center deflate. To something quite its opposite.(Lam) Without borders or borderlands blocking us,
we as a whole but also as individuals can become something great and special. Without them, we cant
mix and mingle and adapt differences from different cultures. This is the age of Hybridity(Lam)
We develop a sense of new identity. It becomes our new norm and we arent looked at weirdly or
judged because we have culturally become something else. Lam raises a great point at the end of his
article, being diverse and border free It entails the ability to overcome paralysis of the many
conflicting ideas by finding and inventing new connections between them above all the willingness
to head and embrace others stories, and to recognize in them that of his own.(Lam) Overall, without
boundaries, we can become so much more as a whole and as individuals. We can become this
healthy environment and mingle with one another without the worry of being frowned upon and
considered abnormal.
In the eyes of David Brooks, All around the country is people making
strenuous efforts to group themselves with people who are basically like
themselves. We dont make the effort to expand and intertwine with each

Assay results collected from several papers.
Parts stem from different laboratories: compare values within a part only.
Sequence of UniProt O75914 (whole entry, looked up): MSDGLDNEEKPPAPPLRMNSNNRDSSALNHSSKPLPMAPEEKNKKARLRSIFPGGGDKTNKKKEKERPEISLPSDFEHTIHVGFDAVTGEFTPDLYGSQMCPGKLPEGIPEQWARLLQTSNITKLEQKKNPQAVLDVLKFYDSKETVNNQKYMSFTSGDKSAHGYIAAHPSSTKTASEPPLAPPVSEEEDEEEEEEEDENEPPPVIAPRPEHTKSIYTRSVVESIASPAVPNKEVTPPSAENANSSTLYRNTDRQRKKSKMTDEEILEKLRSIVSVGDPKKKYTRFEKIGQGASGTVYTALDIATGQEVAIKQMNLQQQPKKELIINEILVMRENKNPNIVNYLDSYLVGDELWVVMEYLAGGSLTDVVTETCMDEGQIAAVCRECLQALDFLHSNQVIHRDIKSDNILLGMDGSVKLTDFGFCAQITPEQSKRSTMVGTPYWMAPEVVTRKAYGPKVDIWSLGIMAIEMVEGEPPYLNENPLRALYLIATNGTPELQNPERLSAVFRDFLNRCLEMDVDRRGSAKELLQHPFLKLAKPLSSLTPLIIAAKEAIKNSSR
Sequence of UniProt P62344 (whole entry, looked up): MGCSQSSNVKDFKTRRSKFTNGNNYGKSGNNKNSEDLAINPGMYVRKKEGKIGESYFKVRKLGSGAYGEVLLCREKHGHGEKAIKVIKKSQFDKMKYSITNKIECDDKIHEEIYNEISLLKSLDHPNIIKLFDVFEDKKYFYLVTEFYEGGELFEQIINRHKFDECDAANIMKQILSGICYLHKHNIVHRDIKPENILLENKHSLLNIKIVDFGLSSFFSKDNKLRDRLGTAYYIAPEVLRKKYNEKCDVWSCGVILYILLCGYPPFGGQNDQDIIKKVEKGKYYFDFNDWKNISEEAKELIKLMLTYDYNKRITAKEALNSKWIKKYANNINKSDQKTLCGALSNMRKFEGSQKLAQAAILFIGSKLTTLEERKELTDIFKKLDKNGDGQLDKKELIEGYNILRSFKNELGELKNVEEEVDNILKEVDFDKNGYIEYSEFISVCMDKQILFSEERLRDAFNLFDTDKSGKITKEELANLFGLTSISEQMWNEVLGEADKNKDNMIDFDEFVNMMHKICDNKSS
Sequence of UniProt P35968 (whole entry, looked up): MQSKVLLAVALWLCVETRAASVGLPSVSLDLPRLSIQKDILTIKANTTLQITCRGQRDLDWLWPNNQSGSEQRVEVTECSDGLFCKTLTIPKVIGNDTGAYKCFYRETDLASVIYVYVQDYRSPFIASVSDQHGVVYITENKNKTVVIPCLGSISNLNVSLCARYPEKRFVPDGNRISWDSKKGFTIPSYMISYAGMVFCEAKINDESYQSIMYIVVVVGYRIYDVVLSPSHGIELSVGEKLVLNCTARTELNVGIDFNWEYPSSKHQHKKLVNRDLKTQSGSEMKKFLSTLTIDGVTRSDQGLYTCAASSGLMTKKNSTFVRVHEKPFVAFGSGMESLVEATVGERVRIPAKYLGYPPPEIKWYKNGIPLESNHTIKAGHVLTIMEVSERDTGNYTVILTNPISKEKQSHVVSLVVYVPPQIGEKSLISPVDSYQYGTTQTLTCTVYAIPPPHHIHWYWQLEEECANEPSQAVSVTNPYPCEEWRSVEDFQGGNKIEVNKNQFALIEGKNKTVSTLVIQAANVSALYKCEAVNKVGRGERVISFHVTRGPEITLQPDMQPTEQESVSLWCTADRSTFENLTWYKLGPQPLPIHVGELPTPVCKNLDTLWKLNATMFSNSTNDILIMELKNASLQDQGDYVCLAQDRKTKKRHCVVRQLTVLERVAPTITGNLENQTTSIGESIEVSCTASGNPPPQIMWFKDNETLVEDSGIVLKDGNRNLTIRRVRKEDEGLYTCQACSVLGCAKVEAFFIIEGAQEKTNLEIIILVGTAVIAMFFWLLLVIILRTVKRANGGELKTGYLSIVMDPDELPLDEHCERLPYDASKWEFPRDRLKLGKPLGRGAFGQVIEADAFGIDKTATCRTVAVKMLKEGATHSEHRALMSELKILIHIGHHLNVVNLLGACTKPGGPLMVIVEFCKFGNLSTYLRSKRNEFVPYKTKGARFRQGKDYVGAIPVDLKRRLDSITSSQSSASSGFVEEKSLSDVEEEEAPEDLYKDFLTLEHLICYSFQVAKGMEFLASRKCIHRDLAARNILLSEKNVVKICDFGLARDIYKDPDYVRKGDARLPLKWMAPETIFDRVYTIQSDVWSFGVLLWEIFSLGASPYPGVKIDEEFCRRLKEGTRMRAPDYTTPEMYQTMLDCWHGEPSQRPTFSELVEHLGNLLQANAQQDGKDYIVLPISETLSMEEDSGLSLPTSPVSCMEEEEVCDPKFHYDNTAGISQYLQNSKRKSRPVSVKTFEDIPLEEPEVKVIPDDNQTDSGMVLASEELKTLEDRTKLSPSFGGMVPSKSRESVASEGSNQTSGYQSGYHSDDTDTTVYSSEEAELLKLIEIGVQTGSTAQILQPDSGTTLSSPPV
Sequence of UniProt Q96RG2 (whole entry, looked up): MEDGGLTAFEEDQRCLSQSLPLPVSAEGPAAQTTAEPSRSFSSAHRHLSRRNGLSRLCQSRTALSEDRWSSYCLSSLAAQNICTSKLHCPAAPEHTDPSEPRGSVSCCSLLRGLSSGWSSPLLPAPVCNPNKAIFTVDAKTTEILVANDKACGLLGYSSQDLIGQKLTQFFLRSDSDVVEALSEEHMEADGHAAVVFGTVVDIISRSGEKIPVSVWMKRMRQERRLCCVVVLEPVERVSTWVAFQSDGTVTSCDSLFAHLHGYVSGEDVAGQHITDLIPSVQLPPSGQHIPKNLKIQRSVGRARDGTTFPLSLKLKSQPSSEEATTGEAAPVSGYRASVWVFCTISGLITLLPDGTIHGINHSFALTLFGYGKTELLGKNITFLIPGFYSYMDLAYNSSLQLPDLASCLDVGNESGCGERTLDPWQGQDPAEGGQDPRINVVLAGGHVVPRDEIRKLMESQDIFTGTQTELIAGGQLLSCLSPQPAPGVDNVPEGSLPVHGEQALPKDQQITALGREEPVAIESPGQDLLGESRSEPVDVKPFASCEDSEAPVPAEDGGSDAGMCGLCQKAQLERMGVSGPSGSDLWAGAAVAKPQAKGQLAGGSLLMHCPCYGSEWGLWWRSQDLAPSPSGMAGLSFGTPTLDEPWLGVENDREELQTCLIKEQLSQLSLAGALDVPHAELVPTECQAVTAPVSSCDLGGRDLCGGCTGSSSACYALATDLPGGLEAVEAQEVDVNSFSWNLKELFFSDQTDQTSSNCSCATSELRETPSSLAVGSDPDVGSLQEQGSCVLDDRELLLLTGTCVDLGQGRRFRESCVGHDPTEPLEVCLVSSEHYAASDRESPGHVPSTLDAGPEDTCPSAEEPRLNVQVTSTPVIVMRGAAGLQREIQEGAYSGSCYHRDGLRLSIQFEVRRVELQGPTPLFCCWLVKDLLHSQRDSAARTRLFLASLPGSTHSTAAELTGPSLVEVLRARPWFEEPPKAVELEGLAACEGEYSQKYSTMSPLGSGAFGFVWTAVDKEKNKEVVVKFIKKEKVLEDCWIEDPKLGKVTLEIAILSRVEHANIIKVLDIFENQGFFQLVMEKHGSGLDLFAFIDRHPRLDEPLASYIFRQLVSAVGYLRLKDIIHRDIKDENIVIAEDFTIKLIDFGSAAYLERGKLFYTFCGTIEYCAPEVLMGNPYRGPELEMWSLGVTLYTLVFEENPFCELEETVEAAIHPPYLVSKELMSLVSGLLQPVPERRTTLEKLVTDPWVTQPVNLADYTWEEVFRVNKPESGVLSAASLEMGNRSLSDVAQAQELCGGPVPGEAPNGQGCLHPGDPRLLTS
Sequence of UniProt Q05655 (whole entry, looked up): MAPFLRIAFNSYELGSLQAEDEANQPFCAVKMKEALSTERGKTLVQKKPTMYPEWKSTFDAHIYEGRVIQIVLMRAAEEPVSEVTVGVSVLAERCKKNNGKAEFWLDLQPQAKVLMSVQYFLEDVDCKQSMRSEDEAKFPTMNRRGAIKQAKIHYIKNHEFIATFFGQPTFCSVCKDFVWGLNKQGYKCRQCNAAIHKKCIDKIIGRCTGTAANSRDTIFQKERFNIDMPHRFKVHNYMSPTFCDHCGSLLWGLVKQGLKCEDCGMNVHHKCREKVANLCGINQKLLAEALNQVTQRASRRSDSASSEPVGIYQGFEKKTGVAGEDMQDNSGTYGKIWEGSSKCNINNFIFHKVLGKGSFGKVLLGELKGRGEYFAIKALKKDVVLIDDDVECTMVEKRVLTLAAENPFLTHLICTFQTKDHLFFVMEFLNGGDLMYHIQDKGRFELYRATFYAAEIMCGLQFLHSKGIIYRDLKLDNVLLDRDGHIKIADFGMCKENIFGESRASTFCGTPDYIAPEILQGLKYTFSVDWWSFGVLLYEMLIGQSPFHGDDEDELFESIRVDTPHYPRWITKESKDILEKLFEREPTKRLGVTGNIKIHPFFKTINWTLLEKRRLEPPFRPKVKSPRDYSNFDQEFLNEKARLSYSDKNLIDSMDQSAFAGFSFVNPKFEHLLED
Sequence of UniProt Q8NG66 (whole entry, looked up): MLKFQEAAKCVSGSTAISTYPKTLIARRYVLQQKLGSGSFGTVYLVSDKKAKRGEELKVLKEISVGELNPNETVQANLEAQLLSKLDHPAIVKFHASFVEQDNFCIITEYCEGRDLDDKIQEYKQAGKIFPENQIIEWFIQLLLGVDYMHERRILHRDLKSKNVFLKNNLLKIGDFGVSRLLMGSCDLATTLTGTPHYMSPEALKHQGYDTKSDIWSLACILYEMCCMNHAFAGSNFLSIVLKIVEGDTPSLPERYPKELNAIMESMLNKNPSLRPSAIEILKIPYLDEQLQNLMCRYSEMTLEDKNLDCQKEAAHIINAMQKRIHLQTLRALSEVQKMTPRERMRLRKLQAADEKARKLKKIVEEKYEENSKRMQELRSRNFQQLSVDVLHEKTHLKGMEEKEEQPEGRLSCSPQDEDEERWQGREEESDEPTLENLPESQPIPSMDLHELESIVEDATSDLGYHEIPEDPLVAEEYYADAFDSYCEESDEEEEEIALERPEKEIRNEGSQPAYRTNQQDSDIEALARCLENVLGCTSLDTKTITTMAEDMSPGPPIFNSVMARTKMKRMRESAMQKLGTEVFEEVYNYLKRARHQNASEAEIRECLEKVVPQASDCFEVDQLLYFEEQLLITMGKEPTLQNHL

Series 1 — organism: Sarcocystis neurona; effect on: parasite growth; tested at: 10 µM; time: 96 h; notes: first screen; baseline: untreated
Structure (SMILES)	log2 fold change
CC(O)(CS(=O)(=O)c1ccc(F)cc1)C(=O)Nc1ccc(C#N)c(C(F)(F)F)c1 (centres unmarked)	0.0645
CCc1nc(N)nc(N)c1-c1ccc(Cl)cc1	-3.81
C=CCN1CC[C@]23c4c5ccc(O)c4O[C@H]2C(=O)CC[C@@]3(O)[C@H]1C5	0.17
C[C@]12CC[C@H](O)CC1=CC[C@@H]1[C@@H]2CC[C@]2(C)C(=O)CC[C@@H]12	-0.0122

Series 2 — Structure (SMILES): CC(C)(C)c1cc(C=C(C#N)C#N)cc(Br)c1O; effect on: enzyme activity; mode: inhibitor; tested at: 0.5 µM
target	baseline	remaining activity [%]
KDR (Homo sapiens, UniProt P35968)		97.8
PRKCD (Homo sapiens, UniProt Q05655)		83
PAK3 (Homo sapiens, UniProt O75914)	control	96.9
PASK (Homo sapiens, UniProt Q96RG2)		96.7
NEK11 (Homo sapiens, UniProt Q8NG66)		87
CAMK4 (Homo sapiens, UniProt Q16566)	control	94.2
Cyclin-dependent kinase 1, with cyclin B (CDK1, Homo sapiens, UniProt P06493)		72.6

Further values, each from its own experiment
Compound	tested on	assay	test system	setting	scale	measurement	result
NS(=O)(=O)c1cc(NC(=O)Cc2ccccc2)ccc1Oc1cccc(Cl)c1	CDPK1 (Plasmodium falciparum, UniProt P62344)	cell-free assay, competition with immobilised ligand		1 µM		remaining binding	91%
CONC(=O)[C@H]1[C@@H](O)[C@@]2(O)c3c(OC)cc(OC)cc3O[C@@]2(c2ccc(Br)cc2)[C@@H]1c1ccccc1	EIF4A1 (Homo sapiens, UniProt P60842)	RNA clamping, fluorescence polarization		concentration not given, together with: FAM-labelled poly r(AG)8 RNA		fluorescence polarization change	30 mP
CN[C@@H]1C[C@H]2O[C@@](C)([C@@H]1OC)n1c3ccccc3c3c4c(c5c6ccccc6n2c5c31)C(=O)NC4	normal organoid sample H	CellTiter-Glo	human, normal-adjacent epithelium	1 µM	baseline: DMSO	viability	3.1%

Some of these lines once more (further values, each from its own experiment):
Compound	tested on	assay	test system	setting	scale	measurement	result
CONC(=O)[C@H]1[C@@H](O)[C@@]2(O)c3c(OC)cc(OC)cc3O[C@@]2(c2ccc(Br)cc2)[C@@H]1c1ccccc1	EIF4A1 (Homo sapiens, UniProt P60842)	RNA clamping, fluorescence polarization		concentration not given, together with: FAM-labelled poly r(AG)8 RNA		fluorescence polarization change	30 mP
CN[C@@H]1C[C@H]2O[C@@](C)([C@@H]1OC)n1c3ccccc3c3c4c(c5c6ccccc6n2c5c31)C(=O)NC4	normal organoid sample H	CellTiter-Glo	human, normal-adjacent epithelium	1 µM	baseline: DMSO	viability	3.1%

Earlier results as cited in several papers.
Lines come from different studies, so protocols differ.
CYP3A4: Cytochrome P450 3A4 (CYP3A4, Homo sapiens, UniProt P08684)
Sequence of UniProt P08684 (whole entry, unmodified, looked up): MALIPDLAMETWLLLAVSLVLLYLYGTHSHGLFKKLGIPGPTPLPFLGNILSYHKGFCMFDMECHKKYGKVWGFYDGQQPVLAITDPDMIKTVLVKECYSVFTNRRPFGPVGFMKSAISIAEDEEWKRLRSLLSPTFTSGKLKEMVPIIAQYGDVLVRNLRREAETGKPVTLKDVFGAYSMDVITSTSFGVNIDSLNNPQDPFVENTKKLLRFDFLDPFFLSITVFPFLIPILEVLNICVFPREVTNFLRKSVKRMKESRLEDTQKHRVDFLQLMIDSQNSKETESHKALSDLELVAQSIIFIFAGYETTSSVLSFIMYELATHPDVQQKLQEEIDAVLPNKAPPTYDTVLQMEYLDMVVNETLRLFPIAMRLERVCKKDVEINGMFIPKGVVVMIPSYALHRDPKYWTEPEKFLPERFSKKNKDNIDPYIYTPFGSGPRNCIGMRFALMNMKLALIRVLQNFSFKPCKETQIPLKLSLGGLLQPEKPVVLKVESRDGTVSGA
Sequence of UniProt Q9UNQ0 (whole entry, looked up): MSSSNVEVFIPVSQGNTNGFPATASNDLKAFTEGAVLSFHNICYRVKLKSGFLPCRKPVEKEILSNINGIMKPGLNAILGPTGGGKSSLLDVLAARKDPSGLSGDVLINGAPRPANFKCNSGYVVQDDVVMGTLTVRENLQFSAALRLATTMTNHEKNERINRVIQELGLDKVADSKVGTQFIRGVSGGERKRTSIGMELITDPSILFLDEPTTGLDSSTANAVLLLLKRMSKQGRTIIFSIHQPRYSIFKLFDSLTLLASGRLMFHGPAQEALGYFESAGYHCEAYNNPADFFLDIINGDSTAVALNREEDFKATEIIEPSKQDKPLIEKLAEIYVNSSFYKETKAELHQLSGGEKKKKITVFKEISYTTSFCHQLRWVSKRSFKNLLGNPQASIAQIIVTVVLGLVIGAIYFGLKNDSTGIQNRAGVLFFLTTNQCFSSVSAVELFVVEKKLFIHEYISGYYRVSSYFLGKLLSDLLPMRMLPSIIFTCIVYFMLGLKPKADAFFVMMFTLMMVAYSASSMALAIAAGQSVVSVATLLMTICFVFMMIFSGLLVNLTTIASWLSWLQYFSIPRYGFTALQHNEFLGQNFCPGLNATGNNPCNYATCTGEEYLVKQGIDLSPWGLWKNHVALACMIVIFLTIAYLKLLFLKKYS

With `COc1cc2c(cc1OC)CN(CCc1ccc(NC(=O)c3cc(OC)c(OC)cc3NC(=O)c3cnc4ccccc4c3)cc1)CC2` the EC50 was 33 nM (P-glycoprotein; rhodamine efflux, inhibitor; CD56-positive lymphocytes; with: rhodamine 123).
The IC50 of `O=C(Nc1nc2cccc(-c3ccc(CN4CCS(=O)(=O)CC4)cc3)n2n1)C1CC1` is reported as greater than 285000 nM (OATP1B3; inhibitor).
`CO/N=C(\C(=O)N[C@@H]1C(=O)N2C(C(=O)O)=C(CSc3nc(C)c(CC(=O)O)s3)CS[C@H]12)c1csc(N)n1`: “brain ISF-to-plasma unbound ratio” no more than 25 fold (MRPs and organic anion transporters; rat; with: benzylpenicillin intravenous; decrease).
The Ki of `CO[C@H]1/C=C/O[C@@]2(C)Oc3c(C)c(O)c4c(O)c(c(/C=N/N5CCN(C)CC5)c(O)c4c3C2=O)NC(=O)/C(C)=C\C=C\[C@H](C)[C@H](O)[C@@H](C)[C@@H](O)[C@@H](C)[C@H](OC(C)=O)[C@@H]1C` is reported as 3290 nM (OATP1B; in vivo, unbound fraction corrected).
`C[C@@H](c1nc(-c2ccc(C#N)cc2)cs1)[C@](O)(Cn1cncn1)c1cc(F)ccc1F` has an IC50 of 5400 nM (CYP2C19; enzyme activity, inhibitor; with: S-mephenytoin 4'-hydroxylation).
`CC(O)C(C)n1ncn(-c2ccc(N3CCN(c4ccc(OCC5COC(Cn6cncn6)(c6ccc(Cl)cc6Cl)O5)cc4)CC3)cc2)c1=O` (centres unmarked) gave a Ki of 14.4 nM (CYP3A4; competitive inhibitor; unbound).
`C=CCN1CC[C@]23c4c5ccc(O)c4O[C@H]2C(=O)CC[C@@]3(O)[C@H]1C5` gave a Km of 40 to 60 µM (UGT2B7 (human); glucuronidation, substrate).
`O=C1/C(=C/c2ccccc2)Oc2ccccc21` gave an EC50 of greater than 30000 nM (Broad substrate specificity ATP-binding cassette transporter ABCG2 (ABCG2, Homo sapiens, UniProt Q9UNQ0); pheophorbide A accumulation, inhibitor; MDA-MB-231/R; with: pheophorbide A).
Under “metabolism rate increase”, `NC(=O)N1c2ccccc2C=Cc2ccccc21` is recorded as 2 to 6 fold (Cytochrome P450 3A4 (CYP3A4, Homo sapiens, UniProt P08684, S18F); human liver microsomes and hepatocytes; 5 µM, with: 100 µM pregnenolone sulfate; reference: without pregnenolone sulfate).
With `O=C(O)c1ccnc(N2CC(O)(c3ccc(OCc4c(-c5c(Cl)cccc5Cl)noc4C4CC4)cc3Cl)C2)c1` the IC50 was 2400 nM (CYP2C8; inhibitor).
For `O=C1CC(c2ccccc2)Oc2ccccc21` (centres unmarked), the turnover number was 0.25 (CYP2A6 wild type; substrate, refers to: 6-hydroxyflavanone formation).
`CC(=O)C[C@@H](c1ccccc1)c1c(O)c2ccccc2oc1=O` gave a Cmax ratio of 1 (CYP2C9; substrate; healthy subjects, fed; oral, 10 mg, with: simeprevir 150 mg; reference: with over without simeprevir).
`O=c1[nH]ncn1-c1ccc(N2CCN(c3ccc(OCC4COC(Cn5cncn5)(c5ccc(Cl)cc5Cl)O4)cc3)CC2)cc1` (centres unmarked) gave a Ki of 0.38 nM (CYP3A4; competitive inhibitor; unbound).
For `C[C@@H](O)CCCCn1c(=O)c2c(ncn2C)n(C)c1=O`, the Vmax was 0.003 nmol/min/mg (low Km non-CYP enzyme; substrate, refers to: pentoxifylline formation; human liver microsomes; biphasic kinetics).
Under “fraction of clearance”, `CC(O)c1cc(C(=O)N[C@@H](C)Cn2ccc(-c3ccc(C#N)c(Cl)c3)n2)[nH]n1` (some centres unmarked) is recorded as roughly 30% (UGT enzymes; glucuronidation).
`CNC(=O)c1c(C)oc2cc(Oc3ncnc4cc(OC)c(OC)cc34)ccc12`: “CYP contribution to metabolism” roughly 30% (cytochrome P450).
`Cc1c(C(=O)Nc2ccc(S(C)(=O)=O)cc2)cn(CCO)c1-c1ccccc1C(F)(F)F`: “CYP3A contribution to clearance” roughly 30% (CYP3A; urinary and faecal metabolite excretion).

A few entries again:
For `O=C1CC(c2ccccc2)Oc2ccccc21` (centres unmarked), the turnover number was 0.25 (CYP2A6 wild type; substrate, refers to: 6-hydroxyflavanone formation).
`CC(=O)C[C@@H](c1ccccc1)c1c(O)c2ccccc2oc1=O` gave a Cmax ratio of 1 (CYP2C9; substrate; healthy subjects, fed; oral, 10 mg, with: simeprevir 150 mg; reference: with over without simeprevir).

other because its considered abnormal, so we group ourselves with what is
familiar to us and what we are comfortable with, therefore, creating this
invisible boundary that is not allowing us to become diverse. Brooks goes
on and argues that its not only culture diversity that we separate ourselves
from, its also our political views, economical status, and what we see as
similarities of ourselves compared to others. All these factors come to play

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as to where we group ourselves and where we flock towards to. I consider
these Invisible Borders. The United States might be a diverse nation
when considered as a whole, but block by block and institution by
institution it is a relatively homogenous nation. (Brooks) Its obvious an
endless cycle if we cant look past our similarities. Its Human Nature. We
function better and are more comfortable if we are around people who are
similar to ourselves. Its in our nature to find people who we find compatible